|Tuesday, April 15, 2014 @ 10:30 am EDT — Tuesday, April 15, 2014 @ 11:30 am EDT|
National Renewable Energy Laboratory, Golden, CO
Insight into time-resolved photoluminescence measurements on thin-film solar cells using numerical simulations
Increased efficiency in thin-film solar cells requires higher degree of understanding of the recombination mechanisms, and separating the various types of recombination involved. Time resolved photoluminescence (TRPL) measurement is a contactless and quick measurement method, and therefore one of the key metrics available to determine the minority-carrier lifetime in the absorber layer of photovoltaic devices. However, when a measurement is performed on a device, in addition to carrier lifetime, the TRPL signal is affected by multiple factors including drift, diffusion and interface recombination. Deconvolutionof these factors and interpretation of results is often difficult.
Numerical simulations are used to analyze carrier dynamics after a sample is illuminated with a short light pulse. Simulations can determine how material parameters such as doping and defect density at the interface and bulk, as well as experimental conditions such as wavelength, illumination intensity and spatial distribution of photo-generated carriers affect the measured result.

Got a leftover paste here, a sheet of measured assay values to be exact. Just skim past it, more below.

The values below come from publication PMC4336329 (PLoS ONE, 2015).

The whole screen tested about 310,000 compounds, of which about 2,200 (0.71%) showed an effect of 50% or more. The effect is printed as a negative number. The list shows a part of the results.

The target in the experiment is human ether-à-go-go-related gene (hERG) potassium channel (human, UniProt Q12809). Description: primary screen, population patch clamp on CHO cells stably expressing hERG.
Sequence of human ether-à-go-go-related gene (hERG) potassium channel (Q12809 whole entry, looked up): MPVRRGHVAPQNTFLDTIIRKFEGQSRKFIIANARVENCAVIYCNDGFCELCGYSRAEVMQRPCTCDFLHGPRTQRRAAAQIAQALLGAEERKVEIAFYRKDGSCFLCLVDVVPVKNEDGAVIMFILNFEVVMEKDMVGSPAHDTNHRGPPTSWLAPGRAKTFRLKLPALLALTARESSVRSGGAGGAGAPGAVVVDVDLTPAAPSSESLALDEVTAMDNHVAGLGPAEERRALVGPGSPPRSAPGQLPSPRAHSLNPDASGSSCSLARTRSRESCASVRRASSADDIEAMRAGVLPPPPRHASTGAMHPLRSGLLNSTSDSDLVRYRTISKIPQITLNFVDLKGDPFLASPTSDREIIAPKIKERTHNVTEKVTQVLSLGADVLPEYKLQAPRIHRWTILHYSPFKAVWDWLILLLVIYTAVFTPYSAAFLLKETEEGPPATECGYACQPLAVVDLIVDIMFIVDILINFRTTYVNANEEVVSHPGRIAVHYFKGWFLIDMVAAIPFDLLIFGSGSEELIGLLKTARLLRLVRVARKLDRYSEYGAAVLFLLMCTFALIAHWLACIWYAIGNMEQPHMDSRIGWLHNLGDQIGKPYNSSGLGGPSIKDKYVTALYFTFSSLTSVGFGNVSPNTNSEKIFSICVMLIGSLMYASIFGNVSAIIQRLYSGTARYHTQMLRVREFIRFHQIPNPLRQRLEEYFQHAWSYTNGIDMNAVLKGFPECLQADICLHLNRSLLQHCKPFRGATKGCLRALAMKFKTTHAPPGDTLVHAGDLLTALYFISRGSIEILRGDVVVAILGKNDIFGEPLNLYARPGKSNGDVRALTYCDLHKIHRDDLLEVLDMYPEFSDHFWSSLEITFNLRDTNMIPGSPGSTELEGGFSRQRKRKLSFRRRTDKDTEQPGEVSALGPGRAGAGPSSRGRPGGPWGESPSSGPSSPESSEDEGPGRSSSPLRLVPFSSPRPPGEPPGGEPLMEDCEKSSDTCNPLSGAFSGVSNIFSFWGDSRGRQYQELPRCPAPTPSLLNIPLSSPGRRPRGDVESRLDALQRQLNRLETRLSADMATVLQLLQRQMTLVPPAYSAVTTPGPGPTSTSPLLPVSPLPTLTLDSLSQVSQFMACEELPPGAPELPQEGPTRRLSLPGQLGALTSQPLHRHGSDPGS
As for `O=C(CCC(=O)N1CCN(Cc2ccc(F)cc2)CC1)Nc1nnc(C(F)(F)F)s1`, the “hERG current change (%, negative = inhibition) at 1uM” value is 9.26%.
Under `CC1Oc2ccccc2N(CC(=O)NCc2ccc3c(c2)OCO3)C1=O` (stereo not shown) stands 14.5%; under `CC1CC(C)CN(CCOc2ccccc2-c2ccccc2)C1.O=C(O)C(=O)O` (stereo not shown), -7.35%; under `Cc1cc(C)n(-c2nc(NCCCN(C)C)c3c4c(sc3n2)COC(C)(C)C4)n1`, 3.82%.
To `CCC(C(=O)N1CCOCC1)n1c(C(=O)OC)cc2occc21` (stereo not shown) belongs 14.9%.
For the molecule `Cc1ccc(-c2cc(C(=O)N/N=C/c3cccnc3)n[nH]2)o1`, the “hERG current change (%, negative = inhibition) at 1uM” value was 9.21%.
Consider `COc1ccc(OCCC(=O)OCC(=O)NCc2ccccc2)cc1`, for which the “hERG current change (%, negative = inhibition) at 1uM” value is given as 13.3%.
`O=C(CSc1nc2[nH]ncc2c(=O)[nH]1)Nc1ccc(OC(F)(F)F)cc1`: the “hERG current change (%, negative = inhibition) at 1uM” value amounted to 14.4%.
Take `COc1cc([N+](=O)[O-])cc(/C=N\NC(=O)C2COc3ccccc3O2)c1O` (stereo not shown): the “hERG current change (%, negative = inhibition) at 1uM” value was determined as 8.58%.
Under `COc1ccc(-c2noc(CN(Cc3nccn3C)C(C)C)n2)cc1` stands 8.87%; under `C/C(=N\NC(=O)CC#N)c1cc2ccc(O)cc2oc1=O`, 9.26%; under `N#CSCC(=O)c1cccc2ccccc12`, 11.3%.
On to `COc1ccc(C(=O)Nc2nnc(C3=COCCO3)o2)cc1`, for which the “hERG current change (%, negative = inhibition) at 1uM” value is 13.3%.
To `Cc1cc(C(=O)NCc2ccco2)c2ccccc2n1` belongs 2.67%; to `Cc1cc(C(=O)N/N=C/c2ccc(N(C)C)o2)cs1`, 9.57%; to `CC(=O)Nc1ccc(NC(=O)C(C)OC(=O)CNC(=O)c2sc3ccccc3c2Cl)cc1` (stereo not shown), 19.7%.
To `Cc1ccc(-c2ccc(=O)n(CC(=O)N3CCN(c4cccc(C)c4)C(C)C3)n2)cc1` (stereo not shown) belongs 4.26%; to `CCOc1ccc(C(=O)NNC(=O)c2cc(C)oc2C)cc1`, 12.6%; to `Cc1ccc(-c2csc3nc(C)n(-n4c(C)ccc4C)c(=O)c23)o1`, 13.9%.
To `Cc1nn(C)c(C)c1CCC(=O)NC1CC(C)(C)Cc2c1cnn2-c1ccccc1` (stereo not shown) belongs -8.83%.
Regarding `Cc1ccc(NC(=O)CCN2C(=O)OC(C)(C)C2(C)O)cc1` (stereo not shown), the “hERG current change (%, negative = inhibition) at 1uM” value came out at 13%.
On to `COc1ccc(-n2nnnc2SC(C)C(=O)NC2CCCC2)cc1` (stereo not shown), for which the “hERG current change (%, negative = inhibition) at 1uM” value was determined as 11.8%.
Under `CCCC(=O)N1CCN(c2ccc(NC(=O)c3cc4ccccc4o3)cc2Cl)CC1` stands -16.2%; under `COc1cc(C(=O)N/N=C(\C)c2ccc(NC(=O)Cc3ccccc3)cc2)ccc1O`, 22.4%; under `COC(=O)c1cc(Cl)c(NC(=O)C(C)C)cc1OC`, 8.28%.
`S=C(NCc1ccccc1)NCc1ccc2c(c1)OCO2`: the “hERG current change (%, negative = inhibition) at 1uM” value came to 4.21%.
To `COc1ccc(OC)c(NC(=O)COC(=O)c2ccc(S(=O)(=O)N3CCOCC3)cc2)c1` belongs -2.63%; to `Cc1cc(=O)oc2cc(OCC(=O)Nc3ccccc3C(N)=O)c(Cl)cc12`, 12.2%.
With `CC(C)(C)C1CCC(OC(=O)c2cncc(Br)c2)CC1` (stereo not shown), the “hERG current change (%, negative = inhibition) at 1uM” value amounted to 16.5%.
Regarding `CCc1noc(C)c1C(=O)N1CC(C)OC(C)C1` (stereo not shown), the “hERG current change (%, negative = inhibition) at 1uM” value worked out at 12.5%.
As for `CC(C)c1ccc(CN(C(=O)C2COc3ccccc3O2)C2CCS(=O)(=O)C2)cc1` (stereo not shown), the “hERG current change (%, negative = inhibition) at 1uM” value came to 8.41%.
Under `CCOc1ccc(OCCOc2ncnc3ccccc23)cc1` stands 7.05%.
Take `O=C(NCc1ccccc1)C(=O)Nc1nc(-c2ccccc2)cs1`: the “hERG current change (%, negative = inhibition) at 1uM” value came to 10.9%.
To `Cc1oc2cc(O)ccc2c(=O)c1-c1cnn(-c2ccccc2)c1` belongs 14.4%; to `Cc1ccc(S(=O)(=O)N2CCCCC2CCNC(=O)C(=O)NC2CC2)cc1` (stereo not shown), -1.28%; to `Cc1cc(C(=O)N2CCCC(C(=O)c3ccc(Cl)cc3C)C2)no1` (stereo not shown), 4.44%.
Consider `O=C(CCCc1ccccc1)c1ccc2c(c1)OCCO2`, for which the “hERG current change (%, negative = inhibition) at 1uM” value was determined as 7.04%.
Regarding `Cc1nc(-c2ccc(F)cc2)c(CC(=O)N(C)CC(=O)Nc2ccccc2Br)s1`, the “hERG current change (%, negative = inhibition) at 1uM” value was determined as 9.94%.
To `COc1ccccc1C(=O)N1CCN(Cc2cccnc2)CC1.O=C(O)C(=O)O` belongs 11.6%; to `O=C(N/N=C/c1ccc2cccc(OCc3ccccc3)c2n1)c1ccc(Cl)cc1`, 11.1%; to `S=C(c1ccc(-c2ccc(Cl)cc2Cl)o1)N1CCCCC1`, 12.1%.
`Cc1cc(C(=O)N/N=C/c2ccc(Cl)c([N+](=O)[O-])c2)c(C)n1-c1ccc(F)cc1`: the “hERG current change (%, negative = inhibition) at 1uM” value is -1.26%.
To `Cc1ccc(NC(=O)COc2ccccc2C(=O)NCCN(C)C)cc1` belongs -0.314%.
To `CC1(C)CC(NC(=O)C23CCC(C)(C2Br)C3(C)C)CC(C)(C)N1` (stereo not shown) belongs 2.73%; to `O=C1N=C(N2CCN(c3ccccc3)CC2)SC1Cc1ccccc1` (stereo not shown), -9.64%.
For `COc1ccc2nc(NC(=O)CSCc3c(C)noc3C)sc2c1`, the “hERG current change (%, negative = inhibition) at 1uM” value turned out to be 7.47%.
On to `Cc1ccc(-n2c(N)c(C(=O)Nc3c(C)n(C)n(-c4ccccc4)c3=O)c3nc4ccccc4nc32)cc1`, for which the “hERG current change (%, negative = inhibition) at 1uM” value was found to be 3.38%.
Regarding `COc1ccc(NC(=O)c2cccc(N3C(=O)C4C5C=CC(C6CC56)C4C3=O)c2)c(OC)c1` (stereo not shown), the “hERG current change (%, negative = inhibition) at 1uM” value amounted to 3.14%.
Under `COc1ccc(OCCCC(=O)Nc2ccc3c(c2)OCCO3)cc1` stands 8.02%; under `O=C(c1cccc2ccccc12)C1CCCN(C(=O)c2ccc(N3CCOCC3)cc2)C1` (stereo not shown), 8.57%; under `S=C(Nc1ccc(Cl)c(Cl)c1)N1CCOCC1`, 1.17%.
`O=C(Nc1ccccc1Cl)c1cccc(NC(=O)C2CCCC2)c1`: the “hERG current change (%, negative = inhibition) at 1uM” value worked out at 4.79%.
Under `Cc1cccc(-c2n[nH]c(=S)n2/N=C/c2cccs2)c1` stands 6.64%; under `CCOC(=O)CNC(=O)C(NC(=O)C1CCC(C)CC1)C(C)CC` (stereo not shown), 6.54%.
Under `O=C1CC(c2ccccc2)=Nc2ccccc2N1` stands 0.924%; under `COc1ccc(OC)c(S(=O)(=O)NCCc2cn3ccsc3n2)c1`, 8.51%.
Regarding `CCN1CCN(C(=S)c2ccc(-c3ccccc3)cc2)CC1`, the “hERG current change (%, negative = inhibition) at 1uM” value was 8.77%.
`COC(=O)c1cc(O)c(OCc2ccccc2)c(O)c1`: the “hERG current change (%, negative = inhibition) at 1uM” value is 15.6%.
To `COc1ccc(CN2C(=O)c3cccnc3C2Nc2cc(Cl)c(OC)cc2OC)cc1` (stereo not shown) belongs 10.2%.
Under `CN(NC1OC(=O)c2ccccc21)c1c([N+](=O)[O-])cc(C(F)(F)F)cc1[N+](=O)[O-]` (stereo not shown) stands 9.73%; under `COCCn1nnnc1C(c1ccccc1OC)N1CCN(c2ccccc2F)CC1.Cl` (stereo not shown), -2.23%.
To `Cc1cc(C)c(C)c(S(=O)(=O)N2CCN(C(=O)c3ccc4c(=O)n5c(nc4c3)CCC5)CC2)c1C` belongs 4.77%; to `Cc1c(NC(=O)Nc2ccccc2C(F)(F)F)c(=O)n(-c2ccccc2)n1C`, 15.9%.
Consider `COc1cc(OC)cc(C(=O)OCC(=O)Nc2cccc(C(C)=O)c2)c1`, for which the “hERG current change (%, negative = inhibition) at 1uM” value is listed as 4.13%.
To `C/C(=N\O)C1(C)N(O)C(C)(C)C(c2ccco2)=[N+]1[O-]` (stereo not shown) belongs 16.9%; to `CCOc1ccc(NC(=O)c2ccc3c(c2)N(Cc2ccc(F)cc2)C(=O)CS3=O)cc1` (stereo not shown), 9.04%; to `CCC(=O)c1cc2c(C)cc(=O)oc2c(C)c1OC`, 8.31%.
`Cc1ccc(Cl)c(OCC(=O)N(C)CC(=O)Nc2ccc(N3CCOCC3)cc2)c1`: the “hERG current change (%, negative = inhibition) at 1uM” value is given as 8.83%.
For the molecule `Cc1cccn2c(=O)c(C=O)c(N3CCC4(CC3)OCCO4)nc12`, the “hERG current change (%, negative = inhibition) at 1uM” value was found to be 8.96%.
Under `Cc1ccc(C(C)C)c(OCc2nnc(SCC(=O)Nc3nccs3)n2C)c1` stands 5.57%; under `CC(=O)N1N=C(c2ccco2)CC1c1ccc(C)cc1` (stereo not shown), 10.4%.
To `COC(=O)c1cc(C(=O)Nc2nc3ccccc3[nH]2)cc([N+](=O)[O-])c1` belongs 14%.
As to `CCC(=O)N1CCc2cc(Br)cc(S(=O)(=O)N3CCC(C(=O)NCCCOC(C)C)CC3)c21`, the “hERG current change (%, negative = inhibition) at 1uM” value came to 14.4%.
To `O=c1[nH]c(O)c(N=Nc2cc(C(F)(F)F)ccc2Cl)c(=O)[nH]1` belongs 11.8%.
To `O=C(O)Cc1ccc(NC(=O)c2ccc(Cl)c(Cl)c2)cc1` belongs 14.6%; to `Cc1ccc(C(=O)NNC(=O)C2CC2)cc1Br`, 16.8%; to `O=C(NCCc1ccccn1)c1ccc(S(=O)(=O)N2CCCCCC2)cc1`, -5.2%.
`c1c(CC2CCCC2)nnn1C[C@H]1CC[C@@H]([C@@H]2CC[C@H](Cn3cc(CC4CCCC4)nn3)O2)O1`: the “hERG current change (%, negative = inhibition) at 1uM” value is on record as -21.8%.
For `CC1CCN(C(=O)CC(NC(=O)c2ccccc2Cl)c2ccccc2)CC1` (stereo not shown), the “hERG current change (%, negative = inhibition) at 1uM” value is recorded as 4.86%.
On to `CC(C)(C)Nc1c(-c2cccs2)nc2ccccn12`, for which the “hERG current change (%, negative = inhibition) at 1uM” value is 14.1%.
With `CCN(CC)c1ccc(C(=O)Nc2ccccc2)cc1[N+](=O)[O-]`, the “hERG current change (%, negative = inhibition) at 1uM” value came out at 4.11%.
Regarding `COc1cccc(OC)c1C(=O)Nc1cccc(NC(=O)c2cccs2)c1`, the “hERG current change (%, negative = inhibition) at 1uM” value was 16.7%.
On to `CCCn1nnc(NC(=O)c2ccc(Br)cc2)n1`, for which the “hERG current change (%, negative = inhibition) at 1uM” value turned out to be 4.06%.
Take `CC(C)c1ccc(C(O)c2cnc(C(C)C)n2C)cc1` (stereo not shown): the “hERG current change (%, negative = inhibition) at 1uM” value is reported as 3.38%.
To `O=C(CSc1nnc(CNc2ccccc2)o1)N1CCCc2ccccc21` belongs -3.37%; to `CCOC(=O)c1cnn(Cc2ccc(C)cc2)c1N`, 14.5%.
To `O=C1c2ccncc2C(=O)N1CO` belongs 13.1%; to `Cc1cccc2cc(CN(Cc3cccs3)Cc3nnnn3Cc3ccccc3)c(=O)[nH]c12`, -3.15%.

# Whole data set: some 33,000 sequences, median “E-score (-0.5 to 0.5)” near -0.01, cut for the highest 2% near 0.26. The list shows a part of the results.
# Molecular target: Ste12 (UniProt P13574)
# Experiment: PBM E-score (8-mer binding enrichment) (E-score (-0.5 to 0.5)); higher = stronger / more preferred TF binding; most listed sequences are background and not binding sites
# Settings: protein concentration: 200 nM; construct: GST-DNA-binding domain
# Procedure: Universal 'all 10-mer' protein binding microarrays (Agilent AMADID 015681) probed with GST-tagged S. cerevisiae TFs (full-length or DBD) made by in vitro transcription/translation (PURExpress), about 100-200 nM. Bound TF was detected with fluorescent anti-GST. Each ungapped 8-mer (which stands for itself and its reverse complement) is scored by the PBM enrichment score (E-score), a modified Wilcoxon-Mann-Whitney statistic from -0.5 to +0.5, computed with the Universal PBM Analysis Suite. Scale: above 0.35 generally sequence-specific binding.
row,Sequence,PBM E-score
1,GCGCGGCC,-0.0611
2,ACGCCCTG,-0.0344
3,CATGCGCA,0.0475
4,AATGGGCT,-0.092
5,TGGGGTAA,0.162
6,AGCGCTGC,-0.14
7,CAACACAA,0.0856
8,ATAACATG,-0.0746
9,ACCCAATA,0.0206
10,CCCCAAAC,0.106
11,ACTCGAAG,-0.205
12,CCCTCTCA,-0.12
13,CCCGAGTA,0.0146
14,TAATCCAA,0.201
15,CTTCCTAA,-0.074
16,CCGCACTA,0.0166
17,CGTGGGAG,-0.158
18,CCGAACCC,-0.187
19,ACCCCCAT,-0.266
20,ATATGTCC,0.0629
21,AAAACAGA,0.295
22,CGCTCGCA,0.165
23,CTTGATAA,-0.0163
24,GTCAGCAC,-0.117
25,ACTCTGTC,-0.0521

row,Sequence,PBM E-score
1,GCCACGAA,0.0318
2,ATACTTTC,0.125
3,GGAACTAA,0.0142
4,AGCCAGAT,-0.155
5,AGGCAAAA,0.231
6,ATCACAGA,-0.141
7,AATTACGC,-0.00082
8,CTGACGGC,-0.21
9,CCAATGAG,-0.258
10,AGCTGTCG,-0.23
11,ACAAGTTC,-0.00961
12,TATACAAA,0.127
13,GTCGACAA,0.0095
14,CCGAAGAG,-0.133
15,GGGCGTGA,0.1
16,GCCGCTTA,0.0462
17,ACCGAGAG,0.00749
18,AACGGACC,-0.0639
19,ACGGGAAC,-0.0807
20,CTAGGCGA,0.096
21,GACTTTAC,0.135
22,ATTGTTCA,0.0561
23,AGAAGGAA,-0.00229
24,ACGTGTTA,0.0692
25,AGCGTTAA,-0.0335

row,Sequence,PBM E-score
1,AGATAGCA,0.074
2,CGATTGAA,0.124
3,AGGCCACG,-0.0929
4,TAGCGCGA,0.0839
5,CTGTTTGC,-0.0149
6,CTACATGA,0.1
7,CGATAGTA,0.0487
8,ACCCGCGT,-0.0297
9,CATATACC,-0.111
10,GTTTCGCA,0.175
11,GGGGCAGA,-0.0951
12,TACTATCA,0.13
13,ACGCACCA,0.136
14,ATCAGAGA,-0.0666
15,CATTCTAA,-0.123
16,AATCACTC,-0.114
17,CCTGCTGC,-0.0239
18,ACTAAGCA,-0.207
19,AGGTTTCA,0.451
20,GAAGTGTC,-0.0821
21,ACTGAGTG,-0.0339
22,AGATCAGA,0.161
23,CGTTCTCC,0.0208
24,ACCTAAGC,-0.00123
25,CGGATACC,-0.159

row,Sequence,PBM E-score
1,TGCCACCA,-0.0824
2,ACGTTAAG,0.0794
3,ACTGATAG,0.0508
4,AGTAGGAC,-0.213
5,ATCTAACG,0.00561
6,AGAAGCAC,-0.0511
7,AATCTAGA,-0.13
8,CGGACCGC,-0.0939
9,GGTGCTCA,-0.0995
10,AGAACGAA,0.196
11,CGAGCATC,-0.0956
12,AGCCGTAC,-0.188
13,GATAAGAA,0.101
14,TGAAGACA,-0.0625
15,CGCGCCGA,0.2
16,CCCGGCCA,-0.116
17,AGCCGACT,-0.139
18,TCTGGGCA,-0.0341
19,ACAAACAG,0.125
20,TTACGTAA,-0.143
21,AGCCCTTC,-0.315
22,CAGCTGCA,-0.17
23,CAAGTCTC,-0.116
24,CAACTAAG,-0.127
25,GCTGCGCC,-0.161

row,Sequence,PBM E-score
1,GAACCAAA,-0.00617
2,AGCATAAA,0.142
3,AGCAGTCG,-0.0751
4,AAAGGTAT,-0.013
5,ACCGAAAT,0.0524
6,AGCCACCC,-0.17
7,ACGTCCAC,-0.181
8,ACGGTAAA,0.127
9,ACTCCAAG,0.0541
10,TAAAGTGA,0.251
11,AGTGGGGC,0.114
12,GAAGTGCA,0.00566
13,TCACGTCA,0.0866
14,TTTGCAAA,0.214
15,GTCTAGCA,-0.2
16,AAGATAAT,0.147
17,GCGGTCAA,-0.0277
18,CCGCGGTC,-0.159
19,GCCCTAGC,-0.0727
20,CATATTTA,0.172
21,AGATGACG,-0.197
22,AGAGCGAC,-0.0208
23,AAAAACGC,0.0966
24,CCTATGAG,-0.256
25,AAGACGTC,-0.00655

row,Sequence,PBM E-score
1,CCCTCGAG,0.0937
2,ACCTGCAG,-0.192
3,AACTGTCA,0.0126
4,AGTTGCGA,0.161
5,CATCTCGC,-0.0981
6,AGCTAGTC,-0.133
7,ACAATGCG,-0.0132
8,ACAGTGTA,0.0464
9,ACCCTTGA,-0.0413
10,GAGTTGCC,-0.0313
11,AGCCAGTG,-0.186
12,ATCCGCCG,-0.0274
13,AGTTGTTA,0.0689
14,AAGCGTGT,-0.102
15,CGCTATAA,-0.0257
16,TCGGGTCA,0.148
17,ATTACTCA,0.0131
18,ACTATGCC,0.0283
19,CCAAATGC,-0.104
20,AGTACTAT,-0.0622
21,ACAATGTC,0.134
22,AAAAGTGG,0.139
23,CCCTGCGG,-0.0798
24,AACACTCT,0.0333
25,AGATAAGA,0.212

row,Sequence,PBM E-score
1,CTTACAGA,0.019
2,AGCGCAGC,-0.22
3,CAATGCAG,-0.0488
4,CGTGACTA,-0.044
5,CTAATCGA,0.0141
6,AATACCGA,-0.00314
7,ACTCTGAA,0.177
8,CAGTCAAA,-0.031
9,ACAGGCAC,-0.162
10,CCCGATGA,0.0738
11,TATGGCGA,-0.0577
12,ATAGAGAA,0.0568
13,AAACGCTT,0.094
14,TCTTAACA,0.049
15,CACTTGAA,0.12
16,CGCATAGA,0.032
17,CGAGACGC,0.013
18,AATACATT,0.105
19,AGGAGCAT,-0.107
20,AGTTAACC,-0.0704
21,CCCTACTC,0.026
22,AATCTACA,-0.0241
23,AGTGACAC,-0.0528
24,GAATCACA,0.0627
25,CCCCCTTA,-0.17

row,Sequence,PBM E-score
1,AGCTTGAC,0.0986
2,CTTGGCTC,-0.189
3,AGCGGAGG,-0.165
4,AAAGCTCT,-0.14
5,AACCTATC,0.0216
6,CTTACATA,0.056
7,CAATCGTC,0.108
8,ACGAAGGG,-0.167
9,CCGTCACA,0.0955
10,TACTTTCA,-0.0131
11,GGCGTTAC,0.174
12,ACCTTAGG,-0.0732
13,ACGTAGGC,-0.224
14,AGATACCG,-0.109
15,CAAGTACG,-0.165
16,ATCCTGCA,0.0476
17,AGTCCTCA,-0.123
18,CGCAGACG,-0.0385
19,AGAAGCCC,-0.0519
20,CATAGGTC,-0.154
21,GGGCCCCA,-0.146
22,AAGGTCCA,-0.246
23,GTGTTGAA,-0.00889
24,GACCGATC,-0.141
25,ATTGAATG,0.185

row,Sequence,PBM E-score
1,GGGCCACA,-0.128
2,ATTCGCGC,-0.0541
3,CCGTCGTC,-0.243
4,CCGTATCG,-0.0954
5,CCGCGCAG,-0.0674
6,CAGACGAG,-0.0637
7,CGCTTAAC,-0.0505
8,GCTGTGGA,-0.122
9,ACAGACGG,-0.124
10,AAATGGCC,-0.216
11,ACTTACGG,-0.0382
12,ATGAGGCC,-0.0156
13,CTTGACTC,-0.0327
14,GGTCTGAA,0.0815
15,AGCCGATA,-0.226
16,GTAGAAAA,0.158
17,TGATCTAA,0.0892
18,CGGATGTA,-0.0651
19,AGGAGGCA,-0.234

A new formalism that enables greater insight into which factors dominate the TRPL decay dynamics was developed. By breaking down the carrier dynamics into drift, diffusion, and recombination terms this formalism can point which physical factors dominate the decay dynamics under various conditions and at different times during the decay. Using this mechanism, it was found that in a typical CdTe device under typical experimental conditions used in our laboratories, the faster part of the decay is dominated by drift and diffusion of carriers, while the slower part is dominated by carrier recombination.
Dr. Ana Kanevcereceived a Ph.Din Physics at Colorado State University doing characterization and modeling on thin-film solar cells. Since 2007 she has been a member of the Electro-Optical Characterization Group at the National Renewable Energy Laboratory. Her research is concentrated on different PV technologies, including silicon heterojunction solar cells, multijunctionsolar cells based on III-V materials, and thin-film polycrystalline solar cells with Cu(In,Ga)Se2, Cu2(Zn,Sn)Se4 and CdTe absorbers
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